2009 Student-Faculty Fellows: Linfield College
Lessons Learned from Looking Inside the Classroom:
A Study of Middle School Mathematics Education in Japan
Mentor: Nancy Drickey
Students: Marissa Davis, Amy Shoemaker
The team of three researchers from Linfield College traveled to Japan from June 2-25 to observe twelve middle school mathematics classes and interview the teachers. The purpose of the study was to learn more about Japanese teaching methods and to compare data to a national study conducted in the U.S. from 2000-2002 by Horizon Research titled Looking Inside the Classroom: A Study of K-12 Mathematics and Science Education in the United States. The national U.S. study included results from almost 400 K-12 mathematics and science classes. Our data, drawn from two instruments developed by Horizon Research (Inside the Classroom Observation and Analytic Protocol, and Inside the Classroom Teacher Interview Protocol) was used in twelve Japanese classrooms and then compared to the U.S. study data of sixty-six middle school math classes.
Researchers traveled to Tokyo, Kyoto, Hiroshima, and Yokohama and stayed with seven host families. Due to the spread of the H1N1 virus, plans were changed as several schools cancelled scheduled observations and interviews. Researchers were able to add additional schools to the schedule with the help of contacts. Involvement in this research enabled the researchers to implement the Linfield College foundational principles of global and multicultural diversity, experiential learning, and integrated learning. The experience has been incredibly rich and rewarding and will have a profound influence on the way we teach and interact with students.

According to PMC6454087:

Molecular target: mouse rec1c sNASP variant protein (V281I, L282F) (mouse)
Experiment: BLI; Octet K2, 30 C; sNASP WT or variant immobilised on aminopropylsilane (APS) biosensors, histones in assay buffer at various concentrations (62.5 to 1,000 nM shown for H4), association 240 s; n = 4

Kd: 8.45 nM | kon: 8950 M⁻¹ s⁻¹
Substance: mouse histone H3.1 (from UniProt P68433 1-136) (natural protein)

Our research consisted of classroom observations, teacher interviews, filling out the observation and analytic protocol, writing up narratives of each classroom observation, entering data into a spreadsheet, analyzing the data, comparing the results from Japan to the previous Horizon Research study conducted in the United States, and disseminating our findings through various presentations and publications. We have completed the classroom observations and teacher interviews and filled out the observation protocols for all twelve schools. We have drafts of the narratives and have entered our data into spreadsheets. We have started to analyze the data and compare it to the middle school results of the U.S. study. We have created graphs to display the data. So far, we have presented our preliminary results at a conference for state math leaders on August 4, 2009, and a state conference for math educators on September 12, 2009. We will need to continue to analyze the data and work on future conference presentations and publications of our findings. Overall, this has been a life-changing experience. I have become even more passionate about what I will be doing with my life and have more tools for teaching. I hope to teach my U.S. students a little about Japanese culture, and instill in them the drive to learn which was very evident in every Japanese classroom we visited.
Our research goal is to organize our data in such a way that one can easily compare different aspects of Japanese and American math pedagogy. We conducted observations in twelve Japanese middle schools and for each school filled out a twenty page observation protocol. We then wrote narratives of each experience to give readers a sense of classroom procedures, teaching strategies, and flow of instruction. Once this was done, we created an excel template and coded the data and various ratings drawn from our observation protocol. Over the summer, we entered the data from our handwritten notes. We can now begin to compare our results drawn from Japan with that obtained by Horizon Research in U.S. schools. We will focus on aspects of Japanese instruction that seem to most influence the capsule rating of each lesson. I am currently applying for a Fulbright Grant to investigate the impact of Japan’s national curriculum on students’ writing. As another possibility, I am also applying to the JET program to teach English in Japan once I graduate.